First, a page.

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See detailStructure of the apolipoprotein A-IV/lipid discoidal complexes: an attenuated total reflection polarized Fourier transform infrared spectroscopy study.
Lins, Laurence ULg; Brasseur, Robert ULg; Rosseneu, M. et al

in Biochimica et Biophysica Acta (1993), 1149(2), 267-77

Discoidal lipid particles were prepared from a reaction mixture containing apo A-IV and dimyristoylphosphatidylcholine (DMPC) or dipalmitoylphosphatidylcholine (DPPC) in the molar ratio of 185:1 (lipid ... [more ▼]

Discoidal lipid particles were prepared from a reaction mixture containing apo A-IV and dimyristoylphosphatidylcholine (DMPC) or dipalmitoylphosphatidylcholine (DPPC) in the molar ratio of 185:1 (lipid/protein). The complexes were isolated by gel filtration and characterized in terms of composition and size. Infrared attenuated total reflection spectroscopy was used to estimate the secondary structure of apolipoprotein A-IV and the orientation of its amphipathic alpha-helices with respect to the lipid hydrocarbon chains. In addition, infrared spectra were analyzed in terms of the conformation and organization of different regions of the lipid molecules in the particles. This approach has been applied successfully to reconstituted HDL particles prepared from a reaction mixture containing DPPC and apo A-I in the molar ratio of 150:1 (Wald, J.H., Goormaghtigh, E., De Meutter, J., Ruysschaert, J.M. and Jonas, A. (1990) J. Biol. Chem. 265, 20044-20050). Apo A-IV helicity increased for the protein bound to DMPC or DPPC but the increase was more pronounced for the apo A-IV/DMPC particles. In both complexes, the alpha helical amphipathic segments of the protein were parallel to the lipid acyl chains and no significant modification of the overall organization of the lipid molecules in the lipid bilayer was observed. The presence of apo A-IV seems only to affect the conformation of the lipid hydrocarbon chains in close contact with the protein in the discoidal particles. [less ▲]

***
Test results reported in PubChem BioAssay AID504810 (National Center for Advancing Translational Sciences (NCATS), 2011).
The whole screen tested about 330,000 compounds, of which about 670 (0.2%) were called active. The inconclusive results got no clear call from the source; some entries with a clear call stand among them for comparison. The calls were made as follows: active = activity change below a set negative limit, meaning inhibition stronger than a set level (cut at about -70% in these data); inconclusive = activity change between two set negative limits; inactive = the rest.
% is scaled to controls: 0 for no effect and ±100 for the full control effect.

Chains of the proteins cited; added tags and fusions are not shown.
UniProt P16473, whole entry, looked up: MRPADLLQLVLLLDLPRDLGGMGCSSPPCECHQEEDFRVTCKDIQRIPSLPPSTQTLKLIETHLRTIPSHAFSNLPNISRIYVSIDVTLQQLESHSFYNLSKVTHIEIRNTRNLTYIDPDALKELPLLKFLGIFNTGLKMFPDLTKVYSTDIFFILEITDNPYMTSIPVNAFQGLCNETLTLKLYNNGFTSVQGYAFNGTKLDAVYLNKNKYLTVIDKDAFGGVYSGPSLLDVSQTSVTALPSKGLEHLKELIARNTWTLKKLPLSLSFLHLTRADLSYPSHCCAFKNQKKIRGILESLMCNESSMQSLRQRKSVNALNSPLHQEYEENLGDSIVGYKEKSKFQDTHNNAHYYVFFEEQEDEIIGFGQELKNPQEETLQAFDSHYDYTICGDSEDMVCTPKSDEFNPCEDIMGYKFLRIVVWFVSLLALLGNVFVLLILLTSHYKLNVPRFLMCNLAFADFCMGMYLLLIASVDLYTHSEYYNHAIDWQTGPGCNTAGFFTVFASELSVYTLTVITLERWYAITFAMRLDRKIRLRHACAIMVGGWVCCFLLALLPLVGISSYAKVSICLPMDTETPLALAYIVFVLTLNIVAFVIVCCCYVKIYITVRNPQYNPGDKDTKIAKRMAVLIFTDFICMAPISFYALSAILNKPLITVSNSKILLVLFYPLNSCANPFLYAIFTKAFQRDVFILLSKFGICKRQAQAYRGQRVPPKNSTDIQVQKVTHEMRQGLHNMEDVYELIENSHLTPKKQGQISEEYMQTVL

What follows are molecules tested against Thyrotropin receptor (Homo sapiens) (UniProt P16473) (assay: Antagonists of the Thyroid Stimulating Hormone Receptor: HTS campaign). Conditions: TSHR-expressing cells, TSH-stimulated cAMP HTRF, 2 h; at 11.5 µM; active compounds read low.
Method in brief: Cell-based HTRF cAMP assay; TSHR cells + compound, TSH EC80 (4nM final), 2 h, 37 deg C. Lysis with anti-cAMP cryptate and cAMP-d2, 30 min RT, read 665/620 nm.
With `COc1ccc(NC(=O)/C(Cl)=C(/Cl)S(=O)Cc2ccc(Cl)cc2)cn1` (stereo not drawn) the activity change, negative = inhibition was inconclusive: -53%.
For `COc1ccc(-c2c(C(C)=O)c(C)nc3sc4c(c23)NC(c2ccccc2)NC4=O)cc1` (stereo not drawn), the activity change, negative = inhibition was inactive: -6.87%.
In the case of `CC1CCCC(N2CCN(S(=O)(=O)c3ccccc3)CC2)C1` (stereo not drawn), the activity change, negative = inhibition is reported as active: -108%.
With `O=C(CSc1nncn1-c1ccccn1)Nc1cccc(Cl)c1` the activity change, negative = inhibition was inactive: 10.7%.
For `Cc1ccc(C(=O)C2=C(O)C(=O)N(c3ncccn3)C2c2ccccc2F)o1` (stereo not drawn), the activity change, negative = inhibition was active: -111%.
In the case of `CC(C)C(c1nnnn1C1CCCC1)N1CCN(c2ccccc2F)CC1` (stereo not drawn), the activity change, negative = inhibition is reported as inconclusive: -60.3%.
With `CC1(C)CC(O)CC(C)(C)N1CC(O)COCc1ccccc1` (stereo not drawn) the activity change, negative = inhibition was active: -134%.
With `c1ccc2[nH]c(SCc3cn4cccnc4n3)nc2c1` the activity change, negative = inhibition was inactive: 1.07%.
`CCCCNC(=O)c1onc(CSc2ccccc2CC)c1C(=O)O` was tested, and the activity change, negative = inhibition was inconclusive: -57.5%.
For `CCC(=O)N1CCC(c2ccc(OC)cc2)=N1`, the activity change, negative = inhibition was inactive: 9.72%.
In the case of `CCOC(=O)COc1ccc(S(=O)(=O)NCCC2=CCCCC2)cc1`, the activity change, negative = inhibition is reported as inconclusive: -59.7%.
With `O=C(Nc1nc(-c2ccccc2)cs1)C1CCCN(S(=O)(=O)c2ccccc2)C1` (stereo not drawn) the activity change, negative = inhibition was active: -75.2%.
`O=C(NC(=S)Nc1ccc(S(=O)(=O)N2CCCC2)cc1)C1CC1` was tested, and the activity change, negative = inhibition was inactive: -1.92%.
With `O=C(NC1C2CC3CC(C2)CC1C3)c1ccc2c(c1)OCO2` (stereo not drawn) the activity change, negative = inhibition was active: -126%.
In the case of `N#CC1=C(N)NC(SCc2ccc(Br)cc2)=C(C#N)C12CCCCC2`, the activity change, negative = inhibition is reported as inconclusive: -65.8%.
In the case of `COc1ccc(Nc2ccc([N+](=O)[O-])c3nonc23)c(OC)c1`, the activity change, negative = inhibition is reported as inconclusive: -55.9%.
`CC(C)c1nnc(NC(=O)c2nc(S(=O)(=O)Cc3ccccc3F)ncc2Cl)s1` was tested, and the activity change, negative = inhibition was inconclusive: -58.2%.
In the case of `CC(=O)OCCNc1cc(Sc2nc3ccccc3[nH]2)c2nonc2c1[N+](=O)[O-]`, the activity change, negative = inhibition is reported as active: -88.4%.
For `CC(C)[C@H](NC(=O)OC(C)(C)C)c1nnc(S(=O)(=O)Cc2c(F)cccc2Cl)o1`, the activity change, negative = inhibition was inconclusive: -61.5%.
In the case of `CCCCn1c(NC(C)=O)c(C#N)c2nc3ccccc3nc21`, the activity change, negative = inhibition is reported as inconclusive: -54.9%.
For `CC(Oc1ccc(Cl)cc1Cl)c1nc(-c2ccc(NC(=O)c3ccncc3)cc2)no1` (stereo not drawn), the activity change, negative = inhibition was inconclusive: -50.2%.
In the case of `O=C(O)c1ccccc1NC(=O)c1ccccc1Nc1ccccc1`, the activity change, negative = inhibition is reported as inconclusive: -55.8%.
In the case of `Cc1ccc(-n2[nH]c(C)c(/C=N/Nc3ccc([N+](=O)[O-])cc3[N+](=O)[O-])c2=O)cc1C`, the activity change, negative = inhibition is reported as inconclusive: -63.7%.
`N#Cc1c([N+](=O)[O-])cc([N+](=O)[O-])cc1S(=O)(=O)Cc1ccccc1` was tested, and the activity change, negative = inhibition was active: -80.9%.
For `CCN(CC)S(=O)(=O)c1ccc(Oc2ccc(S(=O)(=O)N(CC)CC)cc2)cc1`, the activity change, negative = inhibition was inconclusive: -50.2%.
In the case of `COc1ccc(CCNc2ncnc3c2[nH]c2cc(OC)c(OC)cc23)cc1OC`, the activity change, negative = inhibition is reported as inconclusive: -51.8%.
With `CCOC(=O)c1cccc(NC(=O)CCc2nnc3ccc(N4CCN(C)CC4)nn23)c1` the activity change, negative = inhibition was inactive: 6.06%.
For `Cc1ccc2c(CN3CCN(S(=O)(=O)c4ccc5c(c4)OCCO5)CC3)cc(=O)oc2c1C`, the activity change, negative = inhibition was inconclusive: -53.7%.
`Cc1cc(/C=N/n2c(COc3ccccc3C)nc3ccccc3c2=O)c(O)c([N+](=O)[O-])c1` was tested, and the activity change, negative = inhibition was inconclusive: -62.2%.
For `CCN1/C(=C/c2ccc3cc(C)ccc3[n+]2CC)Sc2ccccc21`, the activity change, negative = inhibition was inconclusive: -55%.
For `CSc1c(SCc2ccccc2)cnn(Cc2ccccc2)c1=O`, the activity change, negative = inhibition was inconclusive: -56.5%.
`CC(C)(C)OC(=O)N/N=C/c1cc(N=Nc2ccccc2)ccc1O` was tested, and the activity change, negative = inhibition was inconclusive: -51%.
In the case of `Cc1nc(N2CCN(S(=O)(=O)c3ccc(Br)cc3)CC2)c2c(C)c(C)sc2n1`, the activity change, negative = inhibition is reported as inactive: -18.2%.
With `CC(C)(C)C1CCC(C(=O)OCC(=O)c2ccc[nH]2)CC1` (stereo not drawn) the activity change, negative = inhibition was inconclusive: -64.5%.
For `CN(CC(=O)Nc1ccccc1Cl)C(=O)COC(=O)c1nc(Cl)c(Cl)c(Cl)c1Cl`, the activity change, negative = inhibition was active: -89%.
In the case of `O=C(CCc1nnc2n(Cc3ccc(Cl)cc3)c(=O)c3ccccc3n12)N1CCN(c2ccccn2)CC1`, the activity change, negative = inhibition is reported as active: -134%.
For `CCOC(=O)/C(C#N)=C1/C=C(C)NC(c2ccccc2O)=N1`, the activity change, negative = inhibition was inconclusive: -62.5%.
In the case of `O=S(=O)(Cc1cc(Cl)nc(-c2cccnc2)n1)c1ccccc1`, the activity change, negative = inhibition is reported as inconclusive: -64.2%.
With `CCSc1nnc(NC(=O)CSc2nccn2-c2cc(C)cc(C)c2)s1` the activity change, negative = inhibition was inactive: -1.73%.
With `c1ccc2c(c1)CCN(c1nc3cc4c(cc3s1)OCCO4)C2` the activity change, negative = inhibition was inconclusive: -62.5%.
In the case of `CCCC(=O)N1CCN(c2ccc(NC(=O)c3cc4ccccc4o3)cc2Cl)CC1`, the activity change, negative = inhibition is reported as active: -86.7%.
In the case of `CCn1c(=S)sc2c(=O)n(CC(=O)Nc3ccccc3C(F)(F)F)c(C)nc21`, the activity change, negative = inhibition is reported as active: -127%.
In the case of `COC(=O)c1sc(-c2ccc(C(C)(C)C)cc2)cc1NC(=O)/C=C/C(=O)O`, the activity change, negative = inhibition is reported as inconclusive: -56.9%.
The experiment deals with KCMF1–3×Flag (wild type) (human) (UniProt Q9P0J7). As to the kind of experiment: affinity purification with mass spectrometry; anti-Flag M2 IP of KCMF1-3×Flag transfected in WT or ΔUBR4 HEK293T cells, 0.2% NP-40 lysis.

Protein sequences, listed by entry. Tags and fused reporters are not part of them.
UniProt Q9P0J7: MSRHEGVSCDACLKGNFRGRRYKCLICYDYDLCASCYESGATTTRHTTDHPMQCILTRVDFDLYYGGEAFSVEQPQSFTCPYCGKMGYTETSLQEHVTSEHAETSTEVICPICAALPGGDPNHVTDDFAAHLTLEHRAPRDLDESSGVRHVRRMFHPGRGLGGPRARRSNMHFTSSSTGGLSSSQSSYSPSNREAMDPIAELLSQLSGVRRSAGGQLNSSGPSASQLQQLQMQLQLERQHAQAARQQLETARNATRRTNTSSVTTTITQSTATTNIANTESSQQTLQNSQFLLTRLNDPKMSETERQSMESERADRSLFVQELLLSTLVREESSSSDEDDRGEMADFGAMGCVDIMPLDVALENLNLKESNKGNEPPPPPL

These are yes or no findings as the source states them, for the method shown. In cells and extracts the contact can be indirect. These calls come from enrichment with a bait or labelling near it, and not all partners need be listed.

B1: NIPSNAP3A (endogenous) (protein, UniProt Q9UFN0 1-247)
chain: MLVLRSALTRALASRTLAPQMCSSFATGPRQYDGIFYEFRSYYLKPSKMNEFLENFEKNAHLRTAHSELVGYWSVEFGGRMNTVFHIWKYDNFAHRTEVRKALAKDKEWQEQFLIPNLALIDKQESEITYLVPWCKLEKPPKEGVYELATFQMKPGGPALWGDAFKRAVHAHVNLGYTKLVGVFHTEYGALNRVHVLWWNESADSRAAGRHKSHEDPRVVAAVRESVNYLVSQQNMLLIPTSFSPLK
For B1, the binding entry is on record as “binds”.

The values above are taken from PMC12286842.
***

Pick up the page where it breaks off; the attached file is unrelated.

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See detailStructural and functional properties of apolipoprotein B in chemically modified low density lipoproteins.
Vanderyse, L.; Devreese, A. M.; Baert, J. et al

in Atherosclerosis (1992), 97(2-3), 187-99

The structural and compositional changes occurring during in vitro chemical modification of apolipoprotein B-100 (apo B), the apolipoprotein component of low density lipoproteins (LDL), were investigated ... [more ▼]

The structural and compositional changes occurring during in vitro chemical modification of apolipoprotein B-100 (apo B), the apolipoprotein component of low density lipoproteins (LDL), were investigated in this study. The functional properties of chemically modified apo B and especially its potential to induce accumulation of cholesterol esters in macrophages were related to the structural changes of apo B. Acetylation, maleylation or malondialdehyde conjugation did not significantly affect the lipid composition of LDL. However, the unsaturated cholesteryl esters content, especially that of cholesteryl arachidonate was significantly decreased through Cu-oxidation. The number of reactive lysine residues in apo B was decreased by Cu-catalyzed LDL oxidation, acetylation, maleylation and by malondialdehyde conjugation. The number of free cysteines decreased from six in native apo B-100 to three in Cu-oxidized LDL. The tryptophan fluorescence intensity decreased most in malondialdehyde-conjugated LDL and in Cu-oxidized LDL, compared with acetylated and maleylated LDL. The secondary structure of native and chemically modified LDL was measured by attenuated total reflection infrared spectroscopy and by circular dichroism. No significant changes were observed in the secondary structure of any of the modified LDL. These data suggest that neither acetylation, malondialdehyde treatment or even Cu-oxidation substantially altered the secondary structure of apo B, in spite of significant modifications in the primary structure. Incubation of chemically modified LDL with J774 macrophages induced an accumulation of cellular cholesteryl esters and foam cell formation. The highest cholesterol accumulation was induced after malondialdehyde treatment of LDL. These data suggest that the cellular uptake and accumulation of modified LDL is not modulated by changes in the apo B structure. Rather it seems dependent upon the net charge of the apo B protein and probably involves the modification of critical lysine residues. [less ▲]